Goldman Sachs says it has reached a deal with US authorities over charges that it used fraudulent marketing material to sell mortgage bonds before the financial crisis.
The bank agreed to pay $5.1bn in civil penalties and consumer relief.
The tentative deal was reached with the US Department of Justice’s Financial Fraud Enforcement Task Force.
The task force has been investigating how banks advertised risky financial products before the financial crisis.
Goldman Sachs’ chairman and chief executive, Lloyd Blankfein, said in a statement: “We are pleased to have reached an agreement in principle to resolve these matters.”
The deal stems from an investigation into Goldman Sachs’ securitisation, underwriting and sale of residential mortgage-backed securities (RMBS) from 2005 to 2007.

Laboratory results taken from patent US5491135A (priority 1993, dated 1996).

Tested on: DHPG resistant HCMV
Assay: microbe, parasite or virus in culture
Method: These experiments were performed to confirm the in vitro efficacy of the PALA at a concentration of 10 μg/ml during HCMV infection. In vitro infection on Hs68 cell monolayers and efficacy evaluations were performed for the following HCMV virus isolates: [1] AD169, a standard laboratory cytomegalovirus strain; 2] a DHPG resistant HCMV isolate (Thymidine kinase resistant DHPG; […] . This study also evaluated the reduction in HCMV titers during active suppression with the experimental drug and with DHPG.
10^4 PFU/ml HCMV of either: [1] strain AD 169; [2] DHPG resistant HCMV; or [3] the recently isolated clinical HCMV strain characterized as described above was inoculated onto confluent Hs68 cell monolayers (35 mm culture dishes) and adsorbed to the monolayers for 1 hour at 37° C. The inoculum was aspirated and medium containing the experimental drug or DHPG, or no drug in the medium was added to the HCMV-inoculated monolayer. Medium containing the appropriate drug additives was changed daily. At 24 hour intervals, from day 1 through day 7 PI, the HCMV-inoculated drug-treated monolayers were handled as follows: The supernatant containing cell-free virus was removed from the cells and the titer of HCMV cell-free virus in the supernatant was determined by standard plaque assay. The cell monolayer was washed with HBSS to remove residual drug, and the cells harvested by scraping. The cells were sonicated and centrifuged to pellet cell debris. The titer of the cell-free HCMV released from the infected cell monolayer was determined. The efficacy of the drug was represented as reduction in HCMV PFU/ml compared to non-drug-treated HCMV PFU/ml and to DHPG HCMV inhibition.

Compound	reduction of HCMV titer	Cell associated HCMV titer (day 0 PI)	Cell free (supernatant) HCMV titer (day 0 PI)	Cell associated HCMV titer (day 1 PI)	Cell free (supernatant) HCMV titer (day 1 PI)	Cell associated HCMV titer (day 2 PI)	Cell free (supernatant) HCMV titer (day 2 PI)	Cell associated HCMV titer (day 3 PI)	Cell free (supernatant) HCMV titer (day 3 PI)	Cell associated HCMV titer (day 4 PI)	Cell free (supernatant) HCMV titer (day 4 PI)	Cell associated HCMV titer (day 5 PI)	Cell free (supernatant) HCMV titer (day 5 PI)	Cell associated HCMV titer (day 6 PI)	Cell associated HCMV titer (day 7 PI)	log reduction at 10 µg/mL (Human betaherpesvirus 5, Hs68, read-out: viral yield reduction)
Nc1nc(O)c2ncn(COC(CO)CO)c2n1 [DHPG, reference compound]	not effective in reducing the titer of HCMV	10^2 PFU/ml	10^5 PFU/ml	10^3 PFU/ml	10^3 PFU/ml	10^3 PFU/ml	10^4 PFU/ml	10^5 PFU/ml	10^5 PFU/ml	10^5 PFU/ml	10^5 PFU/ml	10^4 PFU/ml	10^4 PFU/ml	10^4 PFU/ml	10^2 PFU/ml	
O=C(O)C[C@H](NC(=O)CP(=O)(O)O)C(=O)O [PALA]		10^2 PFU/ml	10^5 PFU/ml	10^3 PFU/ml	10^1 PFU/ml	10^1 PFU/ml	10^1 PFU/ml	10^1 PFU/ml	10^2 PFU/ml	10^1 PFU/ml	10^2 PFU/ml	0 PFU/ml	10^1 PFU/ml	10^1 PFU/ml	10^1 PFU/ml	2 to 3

Goldman Sachs is one of several banks that have been fined billions of dollars for marketing RMBS as a safe investment in the run-up to the financial crisis.
The sale of RMBS played a significant role in the 2008 crisis. US banks have taken much of the blame for granting mortgages to unqualified borrowers, then repackaging those loans as safe investments and selling the risk on to others.
The deal settles civil claims from the Justice Department, the New York and Illinois Attorneys General, the National Credit Union Administration and the Federal Home Loan Banks of Chicago and Seattle.
The agreement is still subject to negotiations over certain documentation.
Goldman Sachs has warned the deal will reduce its fourth-quarter earnings by $1.5bn.